Updated on 22 July 2020 at 7.15pm to add response from SBI.
State Bank of India (SBI) response to a shareholder have unveiled strange banking practices which suggest a callous disregard for recovering bad debts. The beleaguered Ruchi Soya Industries, whose share prices are rampaging today is a prime example.
In FY2019-20, SBI wrote off Rs746 crore of non-performing assets (NPA) of Ruchi Soya Industries and has not recovered a single rupee from the company. The plan approved under the Insolvency & Bankruptcy Code (IBC) had indicated that SBI would recover Rs883 crore against its admitted claim of Rs1,816 crore. Instead, it made a fresh loan of Rs Rs1,200 crore to Baba Ramdev-led Patanjali Ayurved to help it acquire the company.
SBI was part of a consortium of banks that lent Rs3,200 crore to Patanjali Ayurved for its acquisition. In fact, several banks led by SBI had made claims of over Rs12,146 crore against Ruchi Soya before the bankruptcy courts. SBI had the highest exposure of Rs1,800 crore, followed by Central Bank of India (Rs 816 crore), PNB (Rs 743 crore), Standard Chartered Bank India (Rs 608 crore) and DBS (Rs 243 crore). It would probably be safe to surmise that other public sector banks (PSBs) in the consortium have made similar write-offs.
The question is, why are public sector banks (PSBs) not smart enough to protect their interest by building in some upside while lending to the new borrower, who is expected to achieve a turnaround? Many private banks insist on converting loan to equity in such situations and gain from capital appreciation. In the case of Ruchi Soya, the share price has moved from about Rs3.50 to Rs1,535 a gain of 43,757.14% since Patanjali acquired the company.
Documents shared by SBI to Vivek Velankar, president of Pune-based Sajag Nagrik Manch, and a shareholder of the bank, reveals that there is absolutely no recovery from Ruchi Soya till March 2020.
Technically speaking, when debts are written off, they are removed as assets from the balance sheet because the bank does not expect to recover payment. This practice is frowned upon by experts but is routinely done by banks as part of their tax management clean-up process. The beneficiaries are invariably some of our biggest industrialist defaulters.
In a regulatory filing in September 2019, Ruchi Soya had said that the National Company Law Tribunal (NCLT) has approved Patanjali's resolution plan of Rs4,350 crore. The order had stated that, Patanjali would “infuse the amount of Rs4,350 crore” in a SPV (special purpose vehicle) called Patanjali Consortium Adhigrah, which will be later amalgamated with Ruchi Soya.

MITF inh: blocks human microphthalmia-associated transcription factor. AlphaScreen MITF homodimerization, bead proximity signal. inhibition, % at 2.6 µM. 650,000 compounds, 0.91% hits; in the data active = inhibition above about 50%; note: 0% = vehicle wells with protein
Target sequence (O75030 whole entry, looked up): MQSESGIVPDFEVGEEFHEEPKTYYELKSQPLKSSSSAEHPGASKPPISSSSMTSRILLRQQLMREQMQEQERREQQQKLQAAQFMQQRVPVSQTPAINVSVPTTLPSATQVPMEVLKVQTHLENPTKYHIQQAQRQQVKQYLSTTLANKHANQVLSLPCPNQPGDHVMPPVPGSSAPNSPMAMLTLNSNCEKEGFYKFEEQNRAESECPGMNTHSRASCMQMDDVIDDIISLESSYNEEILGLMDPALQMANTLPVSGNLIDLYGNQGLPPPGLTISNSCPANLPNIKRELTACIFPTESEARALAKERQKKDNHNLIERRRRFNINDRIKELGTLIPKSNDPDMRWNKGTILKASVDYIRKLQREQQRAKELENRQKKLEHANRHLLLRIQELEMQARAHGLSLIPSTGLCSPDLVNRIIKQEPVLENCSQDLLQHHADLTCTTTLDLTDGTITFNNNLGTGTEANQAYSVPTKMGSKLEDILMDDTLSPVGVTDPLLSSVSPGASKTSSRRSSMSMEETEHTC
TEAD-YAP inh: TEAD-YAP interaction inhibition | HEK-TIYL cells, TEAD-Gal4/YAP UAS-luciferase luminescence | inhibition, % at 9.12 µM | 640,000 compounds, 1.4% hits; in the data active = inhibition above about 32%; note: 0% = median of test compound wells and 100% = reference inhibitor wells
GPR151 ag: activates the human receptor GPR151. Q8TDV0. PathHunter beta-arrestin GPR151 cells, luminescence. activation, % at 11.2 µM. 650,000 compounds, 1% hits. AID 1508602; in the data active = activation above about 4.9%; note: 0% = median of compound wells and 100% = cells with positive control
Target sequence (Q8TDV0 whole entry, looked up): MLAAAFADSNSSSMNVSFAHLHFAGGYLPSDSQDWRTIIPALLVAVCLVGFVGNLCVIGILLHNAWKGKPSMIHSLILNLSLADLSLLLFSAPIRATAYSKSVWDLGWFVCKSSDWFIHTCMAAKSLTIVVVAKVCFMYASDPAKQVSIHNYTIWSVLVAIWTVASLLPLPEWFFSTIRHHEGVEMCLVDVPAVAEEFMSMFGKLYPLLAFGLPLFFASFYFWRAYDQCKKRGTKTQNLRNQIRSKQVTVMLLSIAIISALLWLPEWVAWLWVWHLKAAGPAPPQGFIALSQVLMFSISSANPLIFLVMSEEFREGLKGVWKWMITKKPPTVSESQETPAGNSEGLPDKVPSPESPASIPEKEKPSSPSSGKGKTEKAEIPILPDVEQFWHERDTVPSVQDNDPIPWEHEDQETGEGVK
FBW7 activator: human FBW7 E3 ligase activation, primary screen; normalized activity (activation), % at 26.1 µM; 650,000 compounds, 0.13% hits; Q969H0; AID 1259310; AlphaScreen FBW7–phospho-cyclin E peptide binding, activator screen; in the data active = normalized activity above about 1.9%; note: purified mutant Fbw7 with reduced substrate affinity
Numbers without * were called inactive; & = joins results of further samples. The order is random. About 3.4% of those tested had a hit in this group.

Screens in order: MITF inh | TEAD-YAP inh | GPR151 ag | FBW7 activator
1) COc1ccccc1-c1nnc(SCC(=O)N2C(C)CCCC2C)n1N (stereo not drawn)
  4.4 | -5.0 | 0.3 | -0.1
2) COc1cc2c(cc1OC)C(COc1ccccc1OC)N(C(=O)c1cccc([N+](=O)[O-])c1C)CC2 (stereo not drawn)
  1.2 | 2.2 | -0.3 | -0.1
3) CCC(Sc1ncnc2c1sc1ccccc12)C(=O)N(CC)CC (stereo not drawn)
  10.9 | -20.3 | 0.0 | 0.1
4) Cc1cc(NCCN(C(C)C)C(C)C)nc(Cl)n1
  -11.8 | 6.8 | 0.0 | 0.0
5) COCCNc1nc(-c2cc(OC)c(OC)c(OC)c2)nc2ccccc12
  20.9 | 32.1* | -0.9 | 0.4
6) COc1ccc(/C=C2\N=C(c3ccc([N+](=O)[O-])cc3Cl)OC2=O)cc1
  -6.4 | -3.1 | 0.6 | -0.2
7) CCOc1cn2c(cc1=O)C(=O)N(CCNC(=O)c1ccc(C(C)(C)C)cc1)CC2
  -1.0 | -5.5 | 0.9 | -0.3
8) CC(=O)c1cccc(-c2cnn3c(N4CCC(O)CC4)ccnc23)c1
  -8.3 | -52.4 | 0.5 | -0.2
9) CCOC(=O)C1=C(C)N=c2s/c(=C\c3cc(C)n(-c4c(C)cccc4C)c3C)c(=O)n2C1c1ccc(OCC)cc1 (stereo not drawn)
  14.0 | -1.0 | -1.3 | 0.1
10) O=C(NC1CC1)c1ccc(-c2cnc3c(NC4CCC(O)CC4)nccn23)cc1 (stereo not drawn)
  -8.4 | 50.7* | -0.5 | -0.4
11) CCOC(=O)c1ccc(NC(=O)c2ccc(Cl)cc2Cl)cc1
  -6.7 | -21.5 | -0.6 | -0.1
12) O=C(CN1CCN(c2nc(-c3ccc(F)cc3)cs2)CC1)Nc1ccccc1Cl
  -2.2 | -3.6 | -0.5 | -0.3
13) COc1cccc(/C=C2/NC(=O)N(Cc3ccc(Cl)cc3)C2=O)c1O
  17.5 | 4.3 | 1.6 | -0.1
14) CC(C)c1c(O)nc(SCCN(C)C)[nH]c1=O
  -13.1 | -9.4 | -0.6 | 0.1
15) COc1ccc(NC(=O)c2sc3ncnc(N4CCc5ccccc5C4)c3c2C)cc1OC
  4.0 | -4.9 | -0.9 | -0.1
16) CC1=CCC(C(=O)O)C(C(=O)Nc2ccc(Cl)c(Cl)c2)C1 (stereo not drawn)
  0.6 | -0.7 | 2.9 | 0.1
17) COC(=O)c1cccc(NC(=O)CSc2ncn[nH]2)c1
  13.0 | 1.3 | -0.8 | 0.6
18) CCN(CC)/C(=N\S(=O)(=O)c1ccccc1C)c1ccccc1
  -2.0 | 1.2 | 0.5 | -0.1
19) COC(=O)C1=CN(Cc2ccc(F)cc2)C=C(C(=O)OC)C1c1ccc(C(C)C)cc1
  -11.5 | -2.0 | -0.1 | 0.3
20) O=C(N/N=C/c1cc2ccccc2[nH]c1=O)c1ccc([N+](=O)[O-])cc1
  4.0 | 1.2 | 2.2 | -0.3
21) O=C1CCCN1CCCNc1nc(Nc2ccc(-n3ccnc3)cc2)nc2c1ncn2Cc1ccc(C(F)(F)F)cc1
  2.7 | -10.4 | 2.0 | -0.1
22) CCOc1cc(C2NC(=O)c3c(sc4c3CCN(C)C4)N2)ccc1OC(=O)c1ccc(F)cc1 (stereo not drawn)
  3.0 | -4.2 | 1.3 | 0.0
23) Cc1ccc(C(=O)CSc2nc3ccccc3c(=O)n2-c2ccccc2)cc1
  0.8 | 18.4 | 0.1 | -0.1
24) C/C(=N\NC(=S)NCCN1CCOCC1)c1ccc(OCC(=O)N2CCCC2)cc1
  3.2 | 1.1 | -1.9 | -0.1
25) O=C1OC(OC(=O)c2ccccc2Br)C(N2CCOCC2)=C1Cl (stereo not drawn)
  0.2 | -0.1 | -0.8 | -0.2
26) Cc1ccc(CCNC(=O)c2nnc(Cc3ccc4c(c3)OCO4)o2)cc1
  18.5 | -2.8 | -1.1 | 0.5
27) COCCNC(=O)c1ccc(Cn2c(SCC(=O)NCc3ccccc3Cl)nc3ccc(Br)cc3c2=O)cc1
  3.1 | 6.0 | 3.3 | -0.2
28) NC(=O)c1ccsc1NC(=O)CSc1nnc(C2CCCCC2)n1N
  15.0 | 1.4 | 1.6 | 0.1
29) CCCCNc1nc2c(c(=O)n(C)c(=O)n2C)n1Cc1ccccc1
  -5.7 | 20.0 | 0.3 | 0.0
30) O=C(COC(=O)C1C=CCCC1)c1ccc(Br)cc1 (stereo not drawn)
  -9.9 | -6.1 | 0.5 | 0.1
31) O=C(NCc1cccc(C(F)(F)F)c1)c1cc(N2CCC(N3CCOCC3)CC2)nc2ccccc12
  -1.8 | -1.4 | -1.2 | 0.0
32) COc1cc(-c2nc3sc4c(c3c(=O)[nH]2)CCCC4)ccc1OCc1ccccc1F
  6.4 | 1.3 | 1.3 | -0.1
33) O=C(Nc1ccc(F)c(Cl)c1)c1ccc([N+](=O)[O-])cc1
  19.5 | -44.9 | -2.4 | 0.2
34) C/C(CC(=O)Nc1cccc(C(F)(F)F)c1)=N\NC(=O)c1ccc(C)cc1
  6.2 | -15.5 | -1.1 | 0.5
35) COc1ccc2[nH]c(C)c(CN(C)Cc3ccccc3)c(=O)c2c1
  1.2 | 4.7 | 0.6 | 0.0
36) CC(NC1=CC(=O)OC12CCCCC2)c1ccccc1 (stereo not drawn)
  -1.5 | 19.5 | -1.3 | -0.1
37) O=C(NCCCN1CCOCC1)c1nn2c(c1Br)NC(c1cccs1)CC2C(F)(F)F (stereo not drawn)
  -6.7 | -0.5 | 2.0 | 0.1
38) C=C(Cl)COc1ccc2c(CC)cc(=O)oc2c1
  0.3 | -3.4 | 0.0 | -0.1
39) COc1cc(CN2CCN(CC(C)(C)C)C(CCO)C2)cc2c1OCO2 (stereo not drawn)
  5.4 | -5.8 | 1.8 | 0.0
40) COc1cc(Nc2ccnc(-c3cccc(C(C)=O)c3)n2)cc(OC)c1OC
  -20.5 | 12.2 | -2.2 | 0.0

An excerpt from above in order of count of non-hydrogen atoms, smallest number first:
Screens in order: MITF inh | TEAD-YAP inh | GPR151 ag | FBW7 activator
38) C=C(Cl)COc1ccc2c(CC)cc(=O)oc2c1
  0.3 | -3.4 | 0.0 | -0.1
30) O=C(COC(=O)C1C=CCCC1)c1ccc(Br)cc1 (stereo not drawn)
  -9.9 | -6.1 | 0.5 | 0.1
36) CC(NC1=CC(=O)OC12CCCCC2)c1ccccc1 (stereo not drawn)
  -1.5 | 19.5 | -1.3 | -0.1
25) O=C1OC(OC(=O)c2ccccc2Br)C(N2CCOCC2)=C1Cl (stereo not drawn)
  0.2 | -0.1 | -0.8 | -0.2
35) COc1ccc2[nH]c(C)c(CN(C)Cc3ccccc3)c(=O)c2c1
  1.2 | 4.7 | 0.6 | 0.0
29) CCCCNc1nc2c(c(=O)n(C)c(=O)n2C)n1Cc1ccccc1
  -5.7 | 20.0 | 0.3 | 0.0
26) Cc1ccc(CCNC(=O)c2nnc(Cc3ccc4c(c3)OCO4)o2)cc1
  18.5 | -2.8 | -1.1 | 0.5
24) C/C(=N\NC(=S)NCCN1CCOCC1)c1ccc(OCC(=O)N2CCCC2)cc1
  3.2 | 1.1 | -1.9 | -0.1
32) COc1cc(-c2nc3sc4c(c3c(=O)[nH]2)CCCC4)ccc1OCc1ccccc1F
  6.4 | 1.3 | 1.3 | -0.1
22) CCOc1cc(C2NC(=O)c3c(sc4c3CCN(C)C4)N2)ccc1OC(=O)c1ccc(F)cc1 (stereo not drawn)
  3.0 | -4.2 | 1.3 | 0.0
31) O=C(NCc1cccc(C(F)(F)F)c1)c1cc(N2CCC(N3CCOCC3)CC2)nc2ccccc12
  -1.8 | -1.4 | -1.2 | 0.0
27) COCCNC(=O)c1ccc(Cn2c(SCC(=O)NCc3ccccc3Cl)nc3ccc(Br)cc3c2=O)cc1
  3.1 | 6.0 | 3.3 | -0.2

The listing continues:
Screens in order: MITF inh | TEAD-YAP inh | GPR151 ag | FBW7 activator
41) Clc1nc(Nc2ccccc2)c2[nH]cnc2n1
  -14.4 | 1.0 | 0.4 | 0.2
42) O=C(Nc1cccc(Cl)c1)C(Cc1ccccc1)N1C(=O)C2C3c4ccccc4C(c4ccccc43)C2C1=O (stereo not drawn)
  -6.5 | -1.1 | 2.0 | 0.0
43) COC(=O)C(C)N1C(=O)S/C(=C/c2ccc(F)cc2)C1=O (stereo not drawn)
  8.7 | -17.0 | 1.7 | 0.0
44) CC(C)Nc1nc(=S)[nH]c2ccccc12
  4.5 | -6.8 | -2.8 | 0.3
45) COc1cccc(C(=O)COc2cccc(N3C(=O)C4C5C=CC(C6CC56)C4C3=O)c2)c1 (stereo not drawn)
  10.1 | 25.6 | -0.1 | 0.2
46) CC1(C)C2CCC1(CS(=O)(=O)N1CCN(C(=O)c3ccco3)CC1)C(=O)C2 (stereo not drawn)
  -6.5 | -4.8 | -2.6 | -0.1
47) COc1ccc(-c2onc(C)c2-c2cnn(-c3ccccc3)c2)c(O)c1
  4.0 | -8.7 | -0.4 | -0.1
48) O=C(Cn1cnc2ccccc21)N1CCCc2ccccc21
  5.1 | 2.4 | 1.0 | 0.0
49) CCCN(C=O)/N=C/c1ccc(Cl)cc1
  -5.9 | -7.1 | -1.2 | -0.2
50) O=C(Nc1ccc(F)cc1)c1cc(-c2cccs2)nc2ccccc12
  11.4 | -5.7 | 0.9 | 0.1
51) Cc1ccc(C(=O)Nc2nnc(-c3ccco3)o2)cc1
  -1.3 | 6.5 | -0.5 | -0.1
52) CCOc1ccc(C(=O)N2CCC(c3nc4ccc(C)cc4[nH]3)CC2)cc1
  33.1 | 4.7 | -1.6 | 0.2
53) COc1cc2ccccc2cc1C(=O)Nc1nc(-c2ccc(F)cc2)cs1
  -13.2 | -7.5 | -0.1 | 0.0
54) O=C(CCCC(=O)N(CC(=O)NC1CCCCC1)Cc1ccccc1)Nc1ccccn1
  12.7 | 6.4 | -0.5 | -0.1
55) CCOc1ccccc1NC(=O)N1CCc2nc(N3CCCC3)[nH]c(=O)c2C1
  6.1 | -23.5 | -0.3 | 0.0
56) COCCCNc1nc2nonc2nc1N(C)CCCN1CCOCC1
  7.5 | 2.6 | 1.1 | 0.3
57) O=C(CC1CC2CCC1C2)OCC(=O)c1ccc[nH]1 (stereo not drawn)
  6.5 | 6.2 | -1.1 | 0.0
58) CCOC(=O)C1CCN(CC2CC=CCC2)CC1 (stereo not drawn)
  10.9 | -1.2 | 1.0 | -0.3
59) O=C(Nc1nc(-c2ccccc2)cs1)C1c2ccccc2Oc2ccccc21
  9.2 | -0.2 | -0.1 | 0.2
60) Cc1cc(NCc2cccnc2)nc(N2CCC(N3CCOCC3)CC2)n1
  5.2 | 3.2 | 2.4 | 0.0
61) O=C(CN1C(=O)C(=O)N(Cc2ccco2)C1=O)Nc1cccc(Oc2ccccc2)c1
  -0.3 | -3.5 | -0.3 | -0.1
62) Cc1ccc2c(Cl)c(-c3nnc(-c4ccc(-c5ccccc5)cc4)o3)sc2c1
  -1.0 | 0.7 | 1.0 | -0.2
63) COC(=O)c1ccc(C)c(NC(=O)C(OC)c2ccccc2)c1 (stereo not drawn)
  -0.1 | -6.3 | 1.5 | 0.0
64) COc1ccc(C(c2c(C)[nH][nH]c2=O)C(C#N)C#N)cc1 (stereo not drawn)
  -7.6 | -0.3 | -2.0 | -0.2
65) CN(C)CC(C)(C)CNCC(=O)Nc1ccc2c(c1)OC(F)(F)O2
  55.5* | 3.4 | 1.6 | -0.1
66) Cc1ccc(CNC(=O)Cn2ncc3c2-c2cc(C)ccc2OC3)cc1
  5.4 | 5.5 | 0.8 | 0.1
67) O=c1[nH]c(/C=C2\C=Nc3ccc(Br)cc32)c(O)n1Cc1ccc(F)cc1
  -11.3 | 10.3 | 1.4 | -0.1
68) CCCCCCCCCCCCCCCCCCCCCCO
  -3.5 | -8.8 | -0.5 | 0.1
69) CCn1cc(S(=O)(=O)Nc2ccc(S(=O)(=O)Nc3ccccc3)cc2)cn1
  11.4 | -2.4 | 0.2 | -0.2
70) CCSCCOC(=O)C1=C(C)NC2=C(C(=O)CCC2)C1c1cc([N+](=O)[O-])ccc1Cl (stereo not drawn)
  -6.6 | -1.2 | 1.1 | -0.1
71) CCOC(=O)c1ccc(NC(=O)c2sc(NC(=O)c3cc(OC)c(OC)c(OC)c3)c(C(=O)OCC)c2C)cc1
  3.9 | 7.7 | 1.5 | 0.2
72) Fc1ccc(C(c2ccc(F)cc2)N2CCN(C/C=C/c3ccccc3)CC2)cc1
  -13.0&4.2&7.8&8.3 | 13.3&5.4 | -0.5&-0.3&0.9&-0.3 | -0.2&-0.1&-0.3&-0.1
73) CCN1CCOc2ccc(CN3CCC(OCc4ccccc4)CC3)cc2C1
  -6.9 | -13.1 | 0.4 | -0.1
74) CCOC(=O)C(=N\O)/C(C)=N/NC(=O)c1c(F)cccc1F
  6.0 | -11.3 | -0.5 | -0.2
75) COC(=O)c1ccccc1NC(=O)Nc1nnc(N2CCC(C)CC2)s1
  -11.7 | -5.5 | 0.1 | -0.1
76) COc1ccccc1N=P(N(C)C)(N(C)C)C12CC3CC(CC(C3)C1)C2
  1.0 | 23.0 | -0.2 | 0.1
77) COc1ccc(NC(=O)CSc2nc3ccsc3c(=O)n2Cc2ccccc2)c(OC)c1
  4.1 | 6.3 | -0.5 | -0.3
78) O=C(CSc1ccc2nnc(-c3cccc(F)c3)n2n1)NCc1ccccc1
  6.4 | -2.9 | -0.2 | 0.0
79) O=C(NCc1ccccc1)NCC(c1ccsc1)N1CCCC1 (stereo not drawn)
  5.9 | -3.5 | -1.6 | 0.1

In an exchange filing, Ruchi Soya said the Patanjali group would infuse Rs204.75 crore as equity and Rs3,233.36 crore as debt. Another Rs900 crore will be brought through the subscription to non-convertible debentures and preference shares in the SPV. It would also provide a credit guarantee of nearly Rs11.89 crore.
In a reply to an application filed under Right to Information (RTI) Act, the Reserve Bank of India (RBI) had told applicant Saket Gokhale that Ruchi Soya Industries with a debt of Rs2,212 is one of the top 50 defaulters.
Patanjali Ayurved was supposed to have paid back Rs4,053.19 crore creditors under the resolution plan. So, either Patanjali Ayurved has repaid part money to creditors or renewed old loans of Ruchi Soya in its account books.
As Moneylife had mentioned, during the eight years from FY12-13 to FY19-20, SBI has 'technically/ prudentially written off’ a massive sum of Rs1.23 lakh crore from its books, but manged to recover only 7% or Rs8,969 crore in this period. This makes a mockery of the aggressive claims by a string of high-profile government spokesperson and economic advisors that a ‘technical’ write-off does not stop the recovery process. A former chairman of a PSB told Moneylife as a matter of fact that once a loan turns bad in India, it is almost impossible to recover anything because it has already been ever-greened for several years. (Read: SBI Writes Off Rs1.23 Lakh Crore of Bad Debt, Recovers Paltry Rs8,969 Crore in 8 Years!
When Patanjali completed the acquisition, Ruchi Soya shares were hovering at around Rs3.50 per share on the BSE. Earlier on 24 July 2019, it hit its 52-week low of Rs3.28. From January this year, Ruchi Soya share price started moving up. In fact, on 18 May 2020, it hit a new high of Rs701.25, but slumped till 28th May 2020. After that it started reaching new highs and on 29 June 2020 recorded its 52-week high of Rs1535 per share on the BSE.
On Thursday, Ruchi Soya closed 5% down at Rs898.15, while the 30-share Sensex ended the day 1.2% higher at 36,471.
We emailed SBI asking for its clarification on the debt write off and recovery from Ruchi Soya or the company's new owners. We have asked...
1. What attempts SBI made to recover its written off loan of Rs700 crore from Ruchi Soya?
2. What efforts SBI had taken to recover the loan amount from Ruchi Soya through the NCLT proceedings?
3. Since Patanjali Ayurveda took over Ruchi Soya, who owns the responsibility of the Rs700 crore debt given by SBI to Ruchi Soya?
4. How SBI plans to recover its written off debt of Rs700 crore and from whom the amount would be recovered?
However, SBI declined to comment on any of these questions. In an email, a spokesperson from SBI says, "It is the policy of the bank not to comment upon individual account and its treatment".